Modern rugs have become so diverse, and imitation between countries so widespread, that it is sometimes difficult to ascertain a modern carpet is from Kashan without a close inspection. Adding to this difficulty, modern Kashan rugs have also expanded their palette of colors and designs. However, the oval central medallion, with or without prolongations on each side and spandrels, over a bright red field, or the all-over pattern of rosettes and palmettes with vine-scrolls usually on an ivory background, are recurrent themes.
The price of an antique 19th century Kashan is mainly determined by the quality of its wool, colors, and design, the density of the weave, and condition. At reputable auction houses, these rugs can range from a few thousands to several thousands.
It is thought that a famous master weaver named Mohtashem produced some of the finest antique Kashan rugs. But aside from a couple rugs signed with that name, there is no other information about this weaver, nor are there objective criteria to determine whether a rug is from Mohtashem. Rather it has become a custom to label certain classes of fine antique Kashan rugs as 'Mohtashem' Kashan
Oval central medallion, with prolongations on each side and spandrels, over a bright red field within a blue border
The following is a short guide on Kashan rugs. Please contact us if you wish to sell your Kashan rug.
Most antique Kashan rugs available on the market today date from the late 19th century or later, when the rug industry saw a revival. These carpets are not always easy to identify because they come in many different forms. They are generally of area or room sizes in a somewhat formal and conservative style, often with an oval central medallion with prolongations such as lamps hanging on each side, and spandrels in the corners, with floral motifs typically covering the field. All-over patterns and pictorial designs, usually showing some leaders in a photo shoot, are common as well. The wool is usually of high-grade. The rugs are sometimes labeled 'Manchester' Kashan to indicate that the wool comes from Manchester sheep, or 'kurk' (or 'kork') Kashan to indicate that the wool comes from the softest parts of the sheep. Not surprisingly in light of the city's history, Kashan rugs were also often woven in silk. The knots are asymmetric and typically fine. The pile is of medium length, while the dyes are of excellent quality with diverse colors, although reds and browns are typically dominant.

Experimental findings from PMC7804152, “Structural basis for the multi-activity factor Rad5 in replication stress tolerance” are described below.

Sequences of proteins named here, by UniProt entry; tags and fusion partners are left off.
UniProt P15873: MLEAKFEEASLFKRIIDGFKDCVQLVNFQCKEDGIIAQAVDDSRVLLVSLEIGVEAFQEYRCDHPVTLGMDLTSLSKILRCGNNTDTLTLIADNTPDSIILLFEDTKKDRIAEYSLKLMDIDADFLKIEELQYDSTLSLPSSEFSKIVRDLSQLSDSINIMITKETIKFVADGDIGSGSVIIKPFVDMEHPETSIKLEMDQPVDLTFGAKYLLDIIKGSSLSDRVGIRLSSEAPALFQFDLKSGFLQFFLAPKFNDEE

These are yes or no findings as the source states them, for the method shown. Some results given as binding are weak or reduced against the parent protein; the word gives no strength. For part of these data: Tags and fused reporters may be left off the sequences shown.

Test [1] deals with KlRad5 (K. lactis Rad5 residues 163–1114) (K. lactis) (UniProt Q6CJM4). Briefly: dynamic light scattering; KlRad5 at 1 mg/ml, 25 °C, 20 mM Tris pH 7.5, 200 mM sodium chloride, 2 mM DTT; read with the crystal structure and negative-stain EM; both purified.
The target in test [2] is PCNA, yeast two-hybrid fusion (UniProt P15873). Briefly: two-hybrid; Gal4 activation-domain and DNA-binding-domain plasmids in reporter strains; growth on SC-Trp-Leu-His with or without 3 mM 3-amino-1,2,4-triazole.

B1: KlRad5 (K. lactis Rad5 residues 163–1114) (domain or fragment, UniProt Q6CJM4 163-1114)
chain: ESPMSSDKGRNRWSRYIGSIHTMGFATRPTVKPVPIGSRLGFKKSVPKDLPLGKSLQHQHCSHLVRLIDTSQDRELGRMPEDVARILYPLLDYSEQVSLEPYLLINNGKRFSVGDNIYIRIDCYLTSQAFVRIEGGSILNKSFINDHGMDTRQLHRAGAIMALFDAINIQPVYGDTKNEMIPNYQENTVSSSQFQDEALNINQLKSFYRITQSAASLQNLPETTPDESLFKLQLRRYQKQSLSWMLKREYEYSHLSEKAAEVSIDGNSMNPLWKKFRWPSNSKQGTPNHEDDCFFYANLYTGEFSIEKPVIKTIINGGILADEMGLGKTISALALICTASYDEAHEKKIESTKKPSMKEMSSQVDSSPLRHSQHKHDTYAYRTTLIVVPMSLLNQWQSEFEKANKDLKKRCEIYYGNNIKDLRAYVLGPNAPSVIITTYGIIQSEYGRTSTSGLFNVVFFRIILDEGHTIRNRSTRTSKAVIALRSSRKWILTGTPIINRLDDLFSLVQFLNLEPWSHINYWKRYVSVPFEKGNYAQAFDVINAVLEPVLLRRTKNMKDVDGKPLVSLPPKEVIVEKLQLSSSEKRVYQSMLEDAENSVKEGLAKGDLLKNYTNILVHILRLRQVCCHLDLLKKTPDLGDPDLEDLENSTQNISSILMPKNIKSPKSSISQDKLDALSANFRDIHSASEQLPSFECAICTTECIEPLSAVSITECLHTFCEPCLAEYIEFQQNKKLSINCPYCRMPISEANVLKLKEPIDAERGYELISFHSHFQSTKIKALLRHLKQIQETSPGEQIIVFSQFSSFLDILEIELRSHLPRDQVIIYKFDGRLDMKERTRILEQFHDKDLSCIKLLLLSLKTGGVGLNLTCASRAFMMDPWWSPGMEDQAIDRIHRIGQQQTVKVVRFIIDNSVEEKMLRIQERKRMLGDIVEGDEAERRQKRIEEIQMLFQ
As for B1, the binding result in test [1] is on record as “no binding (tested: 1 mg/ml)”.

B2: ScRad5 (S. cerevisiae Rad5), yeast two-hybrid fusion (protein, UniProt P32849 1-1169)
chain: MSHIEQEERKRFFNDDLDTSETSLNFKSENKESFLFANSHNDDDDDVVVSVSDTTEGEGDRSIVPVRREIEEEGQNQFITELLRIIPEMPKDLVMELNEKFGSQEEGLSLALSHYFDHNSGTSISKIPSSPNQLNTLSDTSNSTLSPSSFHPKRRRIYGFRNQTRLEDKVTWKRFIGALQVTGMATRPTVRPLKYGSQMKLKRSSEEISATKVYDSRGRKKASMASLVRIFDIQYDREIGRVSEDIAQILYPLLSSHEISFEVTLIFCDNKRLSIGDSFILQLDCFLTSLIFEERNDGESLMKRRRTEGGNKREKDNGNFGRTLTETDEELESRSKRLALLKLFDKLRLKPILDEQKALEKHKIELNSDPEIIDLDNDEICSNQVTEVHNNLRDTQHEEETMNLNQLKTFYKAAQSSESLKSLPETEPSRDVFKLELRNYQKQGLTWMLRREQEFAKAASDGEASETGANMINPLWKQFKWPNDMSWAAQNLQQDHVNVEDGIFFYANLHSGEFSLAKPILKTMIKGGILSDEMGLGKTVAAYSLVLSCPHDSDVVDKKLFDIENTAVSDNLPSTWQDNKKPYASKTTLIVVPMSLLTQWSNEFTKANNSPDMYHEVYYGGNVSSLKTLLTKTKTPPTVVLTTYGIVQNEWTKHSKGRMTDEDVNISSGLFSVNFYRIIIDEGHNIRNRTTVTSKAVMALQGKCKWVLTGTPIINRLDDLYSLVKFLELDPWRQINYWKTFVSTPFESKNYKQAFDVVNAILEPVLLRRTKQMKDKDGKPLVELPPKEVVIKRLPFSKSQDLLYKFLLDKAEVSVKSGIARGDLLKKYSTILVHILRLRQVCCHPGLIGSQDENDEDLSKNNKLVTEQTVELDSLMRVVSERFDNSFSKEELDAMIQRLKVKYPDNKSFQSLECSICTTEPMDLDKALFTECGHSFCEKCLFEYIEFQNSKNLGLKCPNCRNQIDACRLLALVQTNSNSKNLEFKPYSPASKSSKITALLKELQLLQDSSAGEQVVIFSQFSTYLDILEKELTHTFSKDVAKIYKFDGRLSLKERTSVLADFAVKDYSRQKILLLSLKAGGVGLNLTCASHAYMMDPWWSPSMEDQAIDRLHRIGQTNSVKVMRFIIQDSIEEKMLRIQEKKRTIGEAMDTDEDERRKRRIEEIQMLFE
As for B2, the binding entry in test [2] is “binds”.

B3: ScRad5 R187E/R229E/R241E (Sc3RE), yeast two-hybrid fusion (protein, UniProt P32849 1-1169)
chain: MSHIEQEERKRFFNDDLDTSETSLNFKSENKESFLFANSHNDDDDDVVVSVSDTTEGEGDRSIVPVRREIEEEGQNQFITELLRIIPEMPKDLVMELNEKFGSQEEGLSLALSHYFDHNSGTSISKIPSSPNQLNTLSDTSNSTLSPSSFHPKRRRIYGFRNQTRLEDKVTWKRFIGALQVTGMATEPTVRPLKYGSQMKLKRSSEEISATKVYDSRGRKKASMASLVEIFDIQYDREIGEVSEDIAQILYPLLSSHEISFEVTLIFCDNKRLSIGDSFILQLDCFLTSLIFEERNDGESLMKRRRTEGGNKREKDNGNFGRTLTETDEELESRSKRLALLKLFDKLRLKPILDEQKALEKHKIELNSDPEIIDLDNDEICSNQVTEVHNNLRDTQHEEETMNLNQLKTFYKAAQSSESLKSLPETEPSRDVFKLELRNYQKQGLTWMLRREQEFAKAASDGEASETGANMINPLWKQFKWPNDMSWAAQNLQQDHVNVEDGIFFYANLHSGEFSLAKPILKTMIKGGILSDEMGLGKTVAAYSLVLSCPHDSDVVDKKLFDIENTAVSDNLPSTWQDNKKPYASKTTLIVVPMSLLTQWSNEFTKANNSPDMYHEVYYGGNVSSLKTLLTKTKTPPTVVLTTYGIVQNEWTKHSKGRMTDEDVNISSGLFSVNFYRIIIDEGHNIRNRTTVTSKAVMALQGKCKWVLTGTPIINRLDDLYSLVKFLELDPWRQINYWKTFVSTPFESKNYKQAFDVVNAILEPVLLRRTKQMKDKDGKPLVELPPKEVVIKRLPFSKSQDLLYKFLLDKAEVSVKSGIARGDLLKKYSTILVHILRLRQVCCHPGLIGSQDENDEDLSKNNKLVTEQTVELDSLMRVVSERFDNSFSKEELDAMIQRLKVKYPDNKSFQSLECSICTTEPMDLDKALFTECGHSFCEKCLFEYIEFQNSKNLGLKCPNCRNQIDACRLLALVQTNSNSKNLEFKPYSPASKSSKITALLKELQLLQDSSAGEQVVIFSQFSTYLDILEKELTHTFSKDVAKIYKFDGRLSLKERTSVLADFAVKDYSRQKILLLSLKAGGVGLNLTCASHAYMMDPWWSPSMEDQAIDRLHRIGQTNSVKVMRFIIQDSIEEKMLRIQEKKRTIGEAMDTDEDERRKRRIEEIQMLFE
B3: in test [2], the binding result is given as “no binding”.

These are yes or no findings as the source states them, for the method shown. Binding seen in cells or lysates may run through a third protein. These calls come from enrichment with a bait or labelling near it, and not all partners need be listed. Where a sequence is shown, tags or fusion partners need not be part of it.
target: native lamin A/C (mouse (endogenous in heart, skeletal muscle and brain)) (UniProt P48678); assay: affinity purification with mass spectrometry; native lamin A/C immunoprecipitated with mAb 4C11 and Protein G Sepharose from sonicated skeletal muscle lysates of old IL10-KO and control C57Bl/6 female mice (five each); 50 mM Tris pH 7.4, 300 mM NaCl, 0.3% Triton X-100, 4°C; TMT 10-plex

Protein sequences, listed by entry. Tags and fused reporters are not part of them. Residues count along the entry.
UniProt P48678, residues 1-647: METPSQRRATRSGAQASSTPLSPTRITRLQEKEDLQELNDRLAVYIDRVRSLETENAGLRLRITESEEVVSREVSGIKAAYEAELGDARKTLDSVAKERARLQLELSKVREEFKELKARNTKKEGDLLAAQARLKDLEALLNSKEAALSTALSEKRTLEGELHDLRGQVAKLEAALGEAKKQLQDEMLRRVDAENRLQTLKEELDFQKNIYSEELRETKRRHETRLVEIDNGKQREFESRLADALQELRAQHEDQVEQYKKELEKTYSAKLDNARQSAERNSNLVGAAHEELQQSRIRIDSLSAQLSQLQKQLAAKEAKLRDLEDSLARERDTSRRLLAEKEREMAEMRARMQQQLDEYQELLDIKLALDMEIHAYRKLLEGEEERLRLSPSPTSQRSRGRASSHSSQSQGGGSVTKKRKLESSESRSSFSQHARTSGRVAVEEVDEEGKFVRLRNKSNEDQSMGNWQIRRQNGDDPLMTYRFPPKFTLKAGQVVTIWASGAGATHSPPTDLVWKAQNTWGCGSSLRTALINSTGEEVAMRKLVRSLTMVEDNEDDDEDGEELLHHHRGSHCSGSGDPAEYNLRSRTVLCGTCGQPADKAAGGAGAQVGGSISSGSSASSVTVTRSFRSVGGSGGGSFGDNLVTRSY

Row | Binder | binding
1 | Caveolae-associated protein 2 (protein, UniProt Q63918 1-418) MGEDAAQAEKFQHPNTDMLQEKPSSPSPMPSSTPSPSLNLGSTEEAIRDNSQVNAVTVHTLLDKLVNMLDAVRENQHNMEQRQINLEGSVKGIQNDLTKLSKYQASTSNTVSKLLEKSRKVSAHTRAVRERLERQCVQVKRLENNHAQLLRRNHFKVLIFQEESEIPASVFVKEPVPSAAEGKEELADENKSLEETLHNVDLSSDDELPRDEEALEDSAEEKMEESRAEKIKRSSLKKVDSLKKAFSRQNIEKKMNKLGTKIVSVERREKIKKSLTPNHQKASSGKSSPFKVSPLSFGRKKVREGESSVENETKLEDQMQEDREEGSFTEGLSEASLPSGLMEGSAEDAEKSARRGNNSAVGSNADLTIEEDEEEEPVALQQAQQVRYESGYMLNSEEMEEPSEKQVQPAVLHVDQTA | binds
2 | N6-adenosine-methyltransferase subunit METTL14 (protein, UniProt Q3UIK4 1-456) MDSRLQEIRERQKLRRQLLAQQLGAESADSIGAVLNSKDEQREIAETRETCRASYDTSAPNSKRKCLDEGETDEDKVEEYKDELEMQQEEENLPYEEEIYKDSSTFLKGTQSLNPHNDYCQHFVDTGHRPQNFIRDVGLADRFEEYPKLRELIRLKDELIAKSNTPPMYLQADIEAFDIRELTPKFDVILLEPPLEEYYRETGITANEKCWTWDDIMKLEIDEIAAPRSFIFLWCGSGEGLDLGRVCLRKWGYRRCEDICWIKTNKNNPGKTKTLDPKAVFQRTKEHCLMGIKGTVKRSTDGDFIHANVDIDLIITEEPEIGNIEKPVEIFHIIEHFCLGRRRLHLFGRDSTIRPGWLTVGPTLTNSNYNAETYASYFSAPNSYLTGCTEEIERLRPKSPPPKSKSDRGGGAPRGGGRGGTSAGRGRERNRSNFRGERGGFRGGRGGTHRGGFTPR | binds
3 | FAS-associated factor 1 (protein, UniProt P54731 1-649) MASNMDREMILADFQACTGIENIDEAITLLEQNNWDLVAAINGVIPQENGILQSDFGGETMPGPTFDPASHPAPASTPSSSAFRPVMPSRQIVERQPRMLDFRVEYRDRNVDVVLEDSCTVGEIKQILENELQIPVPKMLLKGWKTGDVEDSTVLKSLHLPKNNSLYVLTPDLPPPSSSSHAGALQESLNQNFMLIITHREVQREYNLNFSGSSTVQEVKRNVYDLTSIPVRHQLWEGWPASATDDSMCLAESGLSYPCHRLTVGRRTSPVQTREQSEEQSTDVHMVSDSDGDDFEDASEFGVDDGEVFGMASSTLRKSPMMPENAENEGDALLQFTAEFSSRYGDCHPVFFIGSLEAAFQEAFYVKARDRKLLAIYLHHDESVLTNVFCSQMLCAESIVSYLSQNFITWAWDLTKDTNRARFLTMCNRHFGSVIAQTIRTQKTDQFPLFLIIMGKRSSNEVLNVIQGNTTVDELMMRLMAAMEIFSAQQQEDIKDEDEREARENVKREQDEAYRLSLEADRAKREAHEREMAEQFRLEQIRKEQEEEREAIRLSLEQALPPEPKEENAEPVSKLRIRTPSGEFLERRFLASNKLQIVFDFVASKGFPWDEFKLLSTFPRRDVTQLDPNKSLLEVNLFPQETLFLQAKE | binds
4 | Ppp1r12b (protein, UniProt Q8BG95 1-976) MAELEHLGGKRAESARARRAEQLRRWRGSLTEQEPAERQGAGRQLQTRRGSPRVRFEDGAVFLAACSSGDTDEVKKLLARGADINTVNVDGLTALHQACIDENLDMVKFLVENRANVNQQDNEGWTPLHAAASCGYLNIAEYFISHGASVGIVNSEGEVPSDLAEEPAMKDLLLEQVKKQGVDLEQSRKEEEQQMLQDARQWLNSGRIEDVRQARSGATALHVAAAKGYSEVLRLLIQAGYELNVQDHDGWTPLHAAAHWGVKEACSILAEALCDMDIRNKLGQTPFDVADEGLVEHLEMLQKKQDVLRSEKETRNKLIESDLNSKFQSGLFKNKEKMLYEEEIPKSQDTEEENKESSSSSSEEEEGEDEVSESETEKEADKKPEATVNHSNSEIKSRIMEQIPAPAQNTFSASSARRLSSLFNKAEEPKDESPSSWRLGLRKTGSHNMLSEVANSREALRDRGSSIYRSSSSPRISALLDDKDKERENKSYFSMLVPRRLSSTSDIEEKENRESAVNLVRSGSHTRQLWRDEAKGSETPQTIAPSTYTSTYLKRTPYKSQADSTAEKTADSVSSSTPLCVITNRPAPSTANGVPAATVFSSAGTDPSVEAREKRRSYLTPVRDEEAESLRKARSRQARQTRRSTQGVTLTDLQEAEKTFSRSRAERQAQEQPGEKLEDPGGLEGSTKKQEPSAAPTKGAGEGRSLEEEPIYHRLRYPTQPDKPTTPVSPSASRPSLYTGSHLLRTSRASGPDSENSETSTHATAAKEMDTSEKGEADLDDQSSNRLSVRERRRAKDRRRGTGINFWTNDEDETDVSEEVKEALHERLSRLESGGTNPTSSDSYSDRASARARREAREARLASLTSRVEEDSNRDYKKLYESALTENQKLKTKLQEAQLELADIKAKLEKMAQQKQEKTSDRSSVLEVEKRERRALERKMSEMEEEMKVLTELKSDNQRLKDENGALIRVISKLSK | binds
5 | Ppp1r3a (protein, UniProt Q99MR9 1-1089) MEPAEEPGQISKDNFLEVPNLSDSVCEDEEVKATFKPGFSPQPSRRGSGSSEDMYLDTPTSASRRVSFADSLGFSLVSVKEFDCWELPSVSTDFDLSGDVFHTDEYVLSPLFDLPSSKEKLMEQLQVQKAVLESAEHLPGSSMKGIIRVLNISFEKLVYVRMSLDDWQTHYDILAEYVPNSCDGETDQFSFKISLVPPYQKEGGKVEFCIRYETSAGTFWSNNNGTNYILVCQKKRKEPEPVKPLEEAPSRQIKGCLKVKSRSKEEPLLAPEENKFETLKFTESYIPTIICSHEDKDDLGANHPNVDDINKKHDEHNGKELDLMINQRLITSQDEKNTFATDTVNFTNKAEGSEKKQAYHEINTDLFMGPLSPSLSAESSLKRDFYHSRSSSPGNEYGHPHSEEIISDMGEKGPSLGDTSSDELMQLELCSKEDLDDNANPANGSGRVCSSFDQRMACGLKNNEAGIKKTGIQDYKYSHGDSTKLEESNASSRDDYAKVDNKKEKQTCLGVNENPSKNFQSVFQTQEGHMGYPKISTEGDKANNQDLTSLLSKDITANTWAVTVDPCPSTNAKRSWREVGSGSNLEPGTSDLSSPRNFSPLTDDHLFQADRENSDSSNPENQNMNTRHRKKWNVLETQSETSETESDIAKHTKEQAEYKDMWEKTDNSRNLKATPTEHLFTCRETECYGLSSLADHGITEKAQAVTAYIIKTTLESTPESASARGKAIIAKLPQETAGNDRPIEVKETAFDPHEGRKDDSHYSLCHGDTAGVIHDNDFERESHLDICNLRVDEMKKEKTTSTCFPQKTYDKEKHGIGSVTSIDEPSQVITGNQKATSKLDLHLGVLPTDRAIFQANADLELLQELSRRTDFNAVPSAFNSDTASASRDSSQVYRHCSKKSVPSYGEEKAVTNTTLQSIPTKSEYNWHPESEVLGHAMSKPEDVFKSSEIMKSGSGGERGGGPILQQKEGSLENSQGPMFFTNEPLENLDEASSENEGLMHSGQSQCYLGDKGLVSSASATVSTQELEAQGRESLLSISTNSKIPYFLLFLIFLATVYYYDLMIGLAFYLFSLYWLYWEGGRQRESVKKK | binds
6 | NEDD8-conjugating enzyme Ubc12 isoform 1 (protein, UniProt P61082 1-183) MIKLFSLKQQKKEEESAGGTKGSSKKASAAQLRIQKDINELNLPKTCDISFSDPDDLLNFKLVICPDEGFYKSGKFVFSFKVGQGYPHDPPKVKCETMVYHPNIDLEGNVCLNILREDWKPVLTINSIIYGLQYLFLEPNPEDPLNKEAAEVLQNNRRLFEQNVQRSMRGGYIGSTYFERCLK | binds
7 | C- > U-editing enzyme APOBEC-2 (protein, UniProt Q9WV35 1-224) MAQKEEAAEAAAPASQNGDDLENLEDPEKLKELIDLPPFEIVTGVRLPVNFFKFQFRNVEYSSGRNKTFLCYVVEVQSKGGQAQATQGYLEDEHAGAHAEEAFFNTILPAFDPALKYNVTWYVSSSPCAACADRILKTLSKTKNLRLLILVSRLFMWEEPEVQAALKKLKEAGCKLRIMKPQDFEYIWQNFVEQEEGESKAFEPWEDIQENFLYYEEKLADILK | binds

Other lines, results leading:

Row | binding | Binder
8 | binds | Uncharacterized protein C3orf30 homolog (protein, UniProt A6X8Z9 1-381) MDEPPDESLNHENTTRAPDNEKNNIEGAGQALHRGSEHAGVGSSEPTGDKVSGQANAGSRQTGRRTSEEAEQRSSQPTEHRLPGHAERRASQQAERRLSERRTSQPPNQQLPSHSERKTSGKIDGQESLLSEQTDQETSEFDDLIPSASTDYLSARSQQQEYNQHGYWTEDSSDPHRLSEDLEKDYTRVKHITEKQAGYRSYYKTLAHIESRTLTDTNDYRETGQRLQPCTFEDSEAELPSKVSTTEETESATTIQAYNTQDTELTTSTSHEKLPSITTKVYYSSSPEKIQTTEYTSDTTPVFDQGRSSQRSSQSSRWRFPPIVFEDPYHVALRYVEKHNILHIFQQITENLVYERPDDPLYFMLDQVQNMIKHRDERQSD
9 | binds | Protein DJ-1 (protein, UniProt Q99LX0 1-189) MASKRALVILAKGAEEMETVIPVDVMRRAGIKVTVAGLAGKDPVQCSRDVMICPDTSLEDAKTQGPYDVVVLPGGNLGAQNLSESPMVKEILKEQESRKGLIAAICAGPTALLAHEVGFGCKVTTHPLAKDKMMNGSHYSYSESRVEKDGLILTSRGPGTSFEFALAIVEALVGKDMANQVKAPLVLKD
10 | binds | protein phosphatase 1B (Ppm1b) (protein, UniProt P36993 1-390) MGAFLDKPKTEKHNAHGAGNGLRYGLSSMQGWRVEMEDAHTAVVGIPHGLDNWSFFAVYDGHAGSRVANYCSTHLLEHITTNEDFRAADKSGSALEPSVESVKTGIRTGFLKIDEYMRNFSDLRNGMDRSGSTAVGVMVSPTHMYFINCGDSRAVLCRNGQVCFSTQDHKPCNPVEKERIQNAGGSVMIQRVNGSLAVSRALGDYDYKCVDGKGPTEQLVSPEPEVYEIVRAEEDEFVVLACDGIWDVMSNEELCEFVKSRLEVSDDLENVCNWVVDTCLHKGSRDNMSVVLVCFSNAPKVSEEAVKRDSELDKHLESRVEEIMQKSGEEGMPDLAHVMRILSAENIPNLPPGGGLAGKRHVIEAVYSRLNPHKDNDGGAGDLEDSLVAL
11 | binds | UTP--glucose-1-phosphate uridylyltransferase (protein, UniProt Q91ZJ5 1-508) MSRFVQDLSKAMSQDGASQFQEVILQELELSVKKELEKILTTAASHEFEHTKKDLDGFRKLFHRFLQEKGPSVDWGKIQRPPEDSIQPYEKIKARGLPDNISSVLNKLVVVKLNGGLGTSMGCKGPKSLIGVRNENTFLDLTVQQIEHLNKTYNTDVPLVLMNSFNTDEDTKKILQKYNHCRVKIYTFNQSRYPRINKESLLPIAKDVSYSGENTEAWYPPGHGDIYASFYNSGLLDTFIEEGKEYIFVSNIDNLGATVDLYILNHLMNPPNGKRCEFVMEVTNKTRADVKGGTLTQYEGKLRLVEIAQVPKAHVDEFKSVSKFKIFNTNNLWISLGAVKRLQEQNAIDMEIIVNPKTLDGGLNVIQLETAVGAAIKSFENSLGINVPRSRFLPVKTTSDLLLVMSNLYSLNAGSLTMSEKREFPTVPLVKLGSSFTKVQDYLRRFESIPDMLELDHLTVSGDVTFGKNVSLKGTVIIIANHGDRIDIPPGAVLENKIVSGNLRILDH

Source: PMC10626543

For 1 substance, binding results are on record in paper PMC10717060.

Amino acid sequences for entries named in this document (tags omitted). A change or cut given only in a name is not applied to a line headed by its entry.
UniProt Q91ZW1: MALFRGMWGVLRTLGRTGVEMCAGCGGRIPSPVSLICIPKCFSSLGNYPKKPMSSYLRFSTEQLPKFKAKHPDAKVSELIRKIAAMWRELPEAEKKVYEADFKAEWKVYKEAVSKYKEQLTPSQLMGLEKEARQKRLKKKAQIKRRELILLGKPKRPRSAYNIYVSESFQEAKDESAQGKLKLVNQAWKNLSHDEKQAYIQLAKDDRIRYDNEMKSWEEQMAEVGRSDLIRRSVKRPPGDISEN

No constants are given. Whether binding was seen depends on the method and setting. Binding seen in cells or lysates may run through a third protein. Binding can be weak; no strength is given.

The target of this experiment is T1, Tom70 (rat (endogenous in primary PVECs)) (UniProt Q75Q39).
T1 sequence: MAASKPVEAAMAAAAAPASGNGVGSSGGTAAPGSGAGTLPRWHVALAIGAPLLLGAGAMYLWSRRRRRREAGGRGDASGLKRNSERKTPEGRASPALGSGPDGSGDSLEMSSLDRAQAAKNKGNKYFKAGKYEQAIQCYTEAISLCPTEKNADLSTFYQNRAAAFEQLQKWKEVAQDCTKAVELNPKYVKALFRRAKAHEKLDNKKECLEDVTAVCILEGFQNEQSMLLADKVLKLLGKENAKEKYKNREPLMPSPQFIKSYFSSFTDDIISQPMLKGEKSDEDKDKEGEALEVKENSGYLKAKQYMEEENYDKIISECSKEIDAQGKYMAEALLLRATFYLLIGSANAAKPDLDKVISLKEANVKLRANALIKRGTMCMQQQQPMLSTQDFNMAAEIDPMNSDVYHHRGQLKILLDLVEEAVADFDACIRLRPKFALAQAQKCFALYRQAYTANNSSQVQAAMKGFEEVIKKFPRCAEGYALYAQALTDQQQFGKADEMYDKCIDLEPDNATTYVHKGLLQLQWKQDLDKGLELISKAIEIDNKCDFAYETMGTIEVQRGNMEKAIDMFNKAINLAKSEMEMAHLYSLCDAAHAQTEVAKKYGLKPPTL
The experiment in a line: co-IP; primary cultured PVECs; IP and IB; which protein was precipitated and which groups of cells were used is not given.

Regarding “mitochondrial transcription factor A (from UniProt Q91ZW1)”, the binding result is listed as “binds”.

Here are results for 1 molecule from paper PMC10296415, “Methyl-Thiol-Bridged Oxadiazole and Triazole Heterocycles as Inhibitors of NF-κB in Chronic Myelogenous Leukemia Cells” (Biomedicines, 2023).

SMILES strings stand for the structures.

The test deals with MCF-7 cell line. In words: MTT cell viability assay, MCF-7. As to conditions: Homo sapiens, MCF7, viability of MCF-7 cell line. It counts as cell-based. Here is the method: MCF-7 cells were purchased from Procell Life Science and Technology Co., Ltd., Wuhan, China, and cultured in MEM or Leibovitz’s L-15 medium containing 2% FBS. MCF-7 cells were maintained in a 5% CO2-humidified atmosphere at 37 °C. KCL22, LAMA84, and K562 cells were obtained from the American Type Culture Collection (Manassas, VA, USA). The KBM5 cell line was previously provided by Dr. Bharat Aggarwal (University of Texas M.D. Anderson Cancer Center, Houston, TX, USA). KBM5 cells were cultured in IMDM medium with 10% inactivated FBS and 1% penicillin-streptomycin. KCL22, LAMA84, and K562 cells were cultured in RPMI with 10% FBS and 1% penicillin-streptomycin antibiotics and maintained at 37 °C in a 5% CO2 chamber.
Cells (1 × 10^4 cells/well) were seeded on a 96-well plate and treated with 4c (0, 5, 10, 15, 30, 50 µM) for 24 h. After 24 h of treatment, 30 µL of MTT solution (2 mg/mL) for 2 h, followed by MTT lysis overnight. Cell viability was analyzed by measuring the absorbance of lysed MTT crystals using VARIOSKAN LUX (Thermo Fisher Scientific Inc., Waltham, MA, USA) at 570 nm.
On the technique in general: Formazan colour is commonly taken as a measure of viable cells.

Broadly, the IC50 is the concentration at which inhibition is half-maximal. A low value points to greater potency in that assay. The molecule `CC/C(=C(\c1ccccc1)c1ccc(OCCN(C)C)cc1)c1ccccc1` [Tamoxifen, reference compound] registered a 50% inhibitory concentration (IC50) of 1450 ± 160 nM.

Antique Kashan rugs are named after the city of Kashan in north-central Iran. Kashan has been an important carpet weaving center since the Safavid era (16th - 18th century), and before that was famous for its silk and especially ceramic tiles, so much so that the word 'kashi' became synonymous with tile.